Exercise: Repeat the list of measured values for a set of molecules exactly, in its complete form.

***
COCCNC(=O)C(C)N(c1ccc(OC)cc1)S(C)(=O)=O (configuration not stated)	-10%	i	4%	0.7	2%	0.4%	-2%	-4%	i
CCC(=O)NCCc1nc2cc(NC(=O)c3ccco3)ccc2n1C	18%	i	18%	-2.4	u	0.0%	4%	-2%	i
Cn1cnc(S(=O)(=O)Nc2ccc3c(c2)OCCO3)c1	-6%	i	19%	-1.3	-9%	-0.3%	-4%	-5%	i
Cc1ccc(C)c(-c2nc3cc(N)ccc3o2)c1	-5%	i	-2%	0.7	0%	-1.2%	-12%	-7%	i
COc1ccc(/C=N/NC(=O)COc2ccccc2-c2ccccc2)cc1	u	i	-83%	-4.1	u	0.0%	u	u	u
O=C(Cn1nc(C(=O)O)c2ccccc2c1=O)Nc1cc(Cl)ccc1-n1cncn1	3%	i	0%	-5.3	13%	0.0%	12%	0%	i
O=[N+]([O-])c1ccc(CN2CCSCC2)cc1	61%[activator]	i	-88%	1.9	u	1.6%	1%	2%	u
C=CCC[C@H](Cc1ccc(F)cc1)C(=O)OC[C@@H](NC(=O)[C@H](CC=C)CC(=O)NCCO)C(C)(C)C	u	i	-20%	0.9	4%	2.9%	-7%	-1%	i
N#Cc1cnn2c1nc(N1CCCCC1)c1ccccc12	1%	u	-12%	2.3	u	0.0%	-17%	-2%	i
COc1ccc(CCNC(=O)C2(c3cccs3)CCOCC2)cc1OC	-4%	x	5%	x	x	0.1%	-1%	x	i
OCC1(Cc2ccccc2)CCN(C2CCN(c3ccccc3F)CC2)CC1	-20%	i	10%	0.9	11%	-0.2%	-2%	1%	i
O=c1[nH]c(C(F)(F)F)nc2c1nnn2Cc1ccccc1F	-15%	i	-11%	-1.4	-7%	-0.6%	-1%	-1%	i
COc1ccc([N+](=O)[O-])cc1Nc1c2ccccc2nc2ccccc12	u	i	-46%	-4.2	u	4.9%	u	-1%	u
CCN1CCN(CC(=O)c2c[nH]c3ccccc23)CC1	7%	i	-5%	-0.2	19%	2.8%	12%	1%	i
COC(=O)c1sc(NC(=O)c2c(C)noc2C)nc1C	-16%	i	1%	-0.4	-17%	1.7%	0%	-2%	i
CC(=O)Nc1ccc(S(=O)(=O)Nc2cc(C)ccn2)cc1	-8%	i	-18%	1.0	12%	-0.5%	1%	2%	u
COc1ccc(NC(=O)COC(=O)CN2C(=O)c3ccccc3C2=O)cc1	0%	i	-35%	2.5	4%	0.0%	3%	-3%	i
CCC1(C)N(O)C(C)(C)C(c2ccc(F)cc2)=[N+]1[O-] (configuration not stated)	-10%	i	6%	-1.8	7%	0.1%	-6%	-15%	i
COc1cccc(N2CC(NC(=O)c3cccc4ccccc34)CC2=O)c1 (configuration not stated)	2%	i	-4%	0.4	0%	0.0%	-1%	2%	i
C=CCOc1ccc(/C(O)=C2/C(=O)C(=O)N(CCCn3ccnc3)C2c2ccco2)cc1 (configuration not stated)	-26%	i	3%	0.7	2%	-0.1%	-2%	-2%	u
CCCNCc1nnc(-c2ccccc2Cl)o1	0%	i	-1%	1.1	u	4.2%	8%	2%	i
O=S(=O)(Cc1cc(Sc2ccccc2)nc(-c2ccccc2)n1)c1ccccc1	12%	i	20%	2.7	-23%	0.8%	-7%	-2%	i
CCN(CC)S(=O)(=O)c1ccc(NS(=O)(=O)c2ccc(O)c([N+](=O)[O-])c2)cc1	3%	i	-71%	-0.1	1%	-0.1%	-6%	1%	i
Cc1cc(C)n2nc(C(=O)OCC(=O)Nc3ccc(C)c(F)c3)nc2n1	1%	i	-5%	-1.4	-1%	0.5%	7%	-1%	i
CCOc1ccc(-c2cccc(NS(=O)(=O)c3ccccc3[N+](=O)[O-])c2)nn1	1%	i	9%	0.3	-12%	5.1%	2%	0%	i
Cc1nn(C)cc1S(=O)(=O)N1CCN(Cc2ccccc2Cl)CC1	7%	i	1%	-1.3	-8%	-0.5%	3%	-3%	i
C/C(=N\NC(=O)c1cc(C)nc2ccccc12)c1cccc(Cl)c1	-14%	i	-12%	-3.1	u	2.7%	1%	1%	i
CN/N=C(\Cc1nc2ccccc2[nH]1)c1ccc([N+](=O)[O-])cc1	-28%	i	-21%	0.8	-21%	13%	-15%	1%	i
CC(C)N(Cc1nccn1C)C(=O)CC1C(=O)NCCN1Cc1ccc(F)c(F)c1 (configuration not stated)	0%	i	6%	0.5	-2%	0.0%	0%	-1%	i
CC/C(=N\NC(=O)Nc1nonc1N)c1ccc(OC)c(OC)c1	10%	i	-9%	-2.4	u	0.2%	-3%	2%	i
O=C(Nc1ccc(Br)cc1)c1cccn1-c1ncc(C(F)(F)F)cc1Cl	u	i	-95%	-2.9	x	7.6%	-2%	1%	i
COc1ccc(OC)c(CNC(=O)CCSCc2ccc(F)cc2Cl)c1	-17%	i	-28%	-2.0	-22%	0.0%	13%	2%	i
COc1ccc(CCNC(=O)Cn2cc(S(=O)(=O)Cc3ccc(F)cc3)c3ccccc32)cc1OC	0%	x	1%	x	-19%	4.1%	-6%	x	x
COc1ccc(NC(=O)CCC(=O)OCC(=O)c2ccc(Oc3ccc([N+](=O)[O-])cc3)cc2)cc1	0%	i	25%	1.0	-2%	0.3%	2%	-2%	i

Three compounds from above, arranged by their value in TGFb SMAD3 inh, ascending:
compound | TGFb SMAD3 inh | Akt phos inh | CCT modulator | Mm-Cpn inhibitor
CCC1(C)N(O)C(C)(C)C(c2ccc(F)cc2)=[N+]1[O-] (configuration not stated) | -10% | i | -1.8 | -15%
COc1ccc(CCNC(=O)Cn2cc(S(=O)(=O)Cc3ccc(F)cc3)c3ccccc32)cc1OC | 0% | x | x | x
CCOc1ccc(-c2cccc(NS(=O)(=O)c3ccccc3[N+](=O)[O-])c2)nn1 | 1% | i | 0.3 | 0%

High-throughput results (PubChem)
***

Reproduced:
COCCNC(=O)C(C)N(c1ccc(OC)cc1)S(C)(=O)=O (configuration not stated)	-10%	i	4%	0.7	2%	0.4%	-2%	-4%	i
CCC(=O)NCCc1nc2cc(NC(=O)c3ccco3)ccc2n1C	18%	i	18%	-2.4	u	0.0%	4%	-2%	i
Cn1cnc(S(=O)(=O)Nc2ccc3c(c2)OCCO3)c1	-6%	i	19%	-1.3	-9%	-0.3%	-4%	-5%	i
Cc1ccc(C)c(-c2nc3cc(N)ccc3o2)c1	-5%	i	-2%	0.7	0%	-1.2%	-12%	-7%	i
COc1ccc(/C=N/NC(=O)COc2ccccc2-c2ccccc2)cc1	u	i	-83%	-4.1	u	0.0%	u	u	u
O=C(Cn1nc(C(=O)O)c2ccccc2c1=O)Nc1cc(Cl)ccc1-n1cncn1	3%	i	0%	-5.3	13%	0.0%	12%	0%	i
O=[N+]([O-])c1ccc(CN2CCSCC2)cc1	61%[activator]	i	-88%	1.9	u	1.6%	1%	2%	u
C=CCC[C@H](Cc1ccc(F)cc1)C(=O)OC[C@@H](NC(=O)[C@H](CC=C)CC(=O)NCCO)C(C)(C)C	u	i	-20%	0.9	4%	2.9%	-7%	-1%	i
N#Cc1cnn2c1nc(N1CCCCC1)c1ccccc12	1%	u	-12%	2.3	u	0.0%	-17%	-2%	i
COc1ccc(CCNC(=O)C2(c3cccs3)CCOCC2)cc1OC	-4%	x	5%	x	x	0.1%	-1%	x	i
OCC1(Cc2ccccc2)CCN(C2CCN(c3ccccc3F)CC2)CC1	-20%	i	10%	0.9	11%	-0.2%	-2%	1%	i
O=c1[nH]c(C(F)(F)F)nc2c1nnn2Cc1ccccc1F	-15%	i	-11%	-1.4	-7%	-0.6%	-1%	-1%	i
COc1ccc([N+](=O)[O-])cc1Nc1c2ccccc2nc2ccccc12	u	i	-46%	-4.2	u	4.9%	u	-1%	u
CCN1CCN(CC(=O)c2c[nH]c3ccccc23)CC1	7%	i	-5%	-0.2	19%	2.8%	12%	1%	i
COC(=O)c1sc(NC(=O)c2c(C)noc2C)nc1C	-16%	i	1%	-0.4	-17%	1.7%	0%	-2%	i
CC(=O)Nc1ccc(S(=O)(=O)Nc2cc(C)ccn2)cc1	-8%	i	-18%	1.0	12%	-0.5%	1%	2%	u
COc1ccc(NC(=O)COC(=O)CN2C(=O)c3ccccc3C2=O)cc1	0%	i	-35%	2.5	4%	0.0%	3%	-3%	i
CCC1(C)N(O)C(C)(C)C(c2ccc(F)cc2)=[N+]1[O-] (configuration not stated)	-10%	i	6%	-1.8	7%	0.1%	-6%	-15%	i
COc1cccc(N2CC(NC(=O)c3cccc4ccccc34)CC2=O)c1 (configuration not stated)	2%	i	-4%	0.4	0%	0.0%	-1%	2%	i
C=CCOc1ccc(/C(O)=C2/C(=O)C(=O)N(CCCn3ccnc3)C2c2ccco2)cc1 (configuration not stated)	-26%	i	3%	0.7	2%	-0.1%	-2%	-2%	u
CCCNCc1nnc(-c2ccccc2Cl)o1	0%	i	-1%	1.1	u	4.2%	8%	2%	i
O=S(=O)(Cc1cc(Sc2ccccc2)nc(-c2ccccc2)n1)c1ccccc1	12%	i	20%	2.7	-23%	0.8%	-7%	-2%	i
CCN(CC)S(=O)(=O)c1ccc(NS(=O)(=O)c2ccc(O)c([N+](=O)[O-])c2)cc1	3%	i	-71%	-0.1	1%	-0.1%	-6%	1%	i
Cc1cc(C)n2nc(C(=O)OCC(=O)Nc3ccc(C)c(F)c3)nc2n1	1%	i	-5%	-1.4	-1%	0.5%	7%	-1%	i
CCOc1ccc(-c2cccc(NS(=O)(=O)c3ccccc3[N+](=O)[O-])c2)nn1	1%	i	9%	0.3	-12%	5.1%	2%	0%	i
Cc1nn(C)cc1S(=O)(=O)N1CCN(Cc2ccccc2Cl)CC1	7%	i	1%	-1.3	-8%	-0.5%	3%	-3%	i
C/C(=N\NC(=O)c1cc(C)nc2ccccc12)c1cccc(Cl)c1	-14%	i	-12%	-3.1	u	2.7%	1%	1%	i
CN/N=C(\Cc1nc2ccccc2[nH]1)c1ccc([N+](=O)[O-])cc1	-28%	i	-21%	0.8	-21%	13%	-15%	1%	i
CC(C)N(Cc1nccn1C)C(=O)CC1C(=O)NCCN1Cc1ccc(F)c(F)c1 (configuration not stated)	0%	i	6%	0.5	-2%	0.0%	0%	-1%	i
CC/C(=N\NC(=O)Nc1nonc1N)c1ccc(OC)c(OC)c1	10%	i	-9%	-2.4	u	0.2%	-3%	2%	i
O=C(Nc1ccc(Br)cc1)c1cccn1-c1ncc(C(F)(F)F)cc1Cl	u	i	-95%	-2.9	x	7.6%	-2%	1%	i
COc1ccc(OC)c(CNC(=O)CCSCc2ccc(F)cc2Cl)c1	-17%	i	-28%	-2.0	-22%	0.0%	13%	2%	i
COc1ccc(CCNC(=O)Cn2cc(S(=O)(=O)Cc3ccc(F)cc3)c3ccccc32)cc1OC	0%	x	1%	x	-19%	4.1%	-6%	x	x
COc1ccc(NC(=O)CCC(=O)OCC(=O)c2ccc(Oc3ccc([N+](=O)[O-])cc3)cc2)cc1	0%	i	25%	1.0	-2%	0.3%	2%	-2%	i

Three compounds from above, arranged by their value in TGFb SMAD3 inh, ascending:
compound | TGFb SMAD3 inh | Akt phos inh | CCT modulator | Mm-Cpn inhibitor
CCC1(C)N(O)C(C)(C)C(c2ccc(F)cc2)=[N+]1[O-] (configuration not stated) | -10% | i | -1.8 | -15%
COc1ccc(CCNC(=O)Cn2cc(S(=O)(=O)Cc3ccc(F)cc3)c3ccccc32)cc1OC | 0% | x | x | x
CCOc1ccc(-c2cccc(NS(=O)(=O)c3ccccc3[N+](=O)[O-])c2)nn1 | 1% | i | 0.3 | 0%

High-throughput results (PubChem)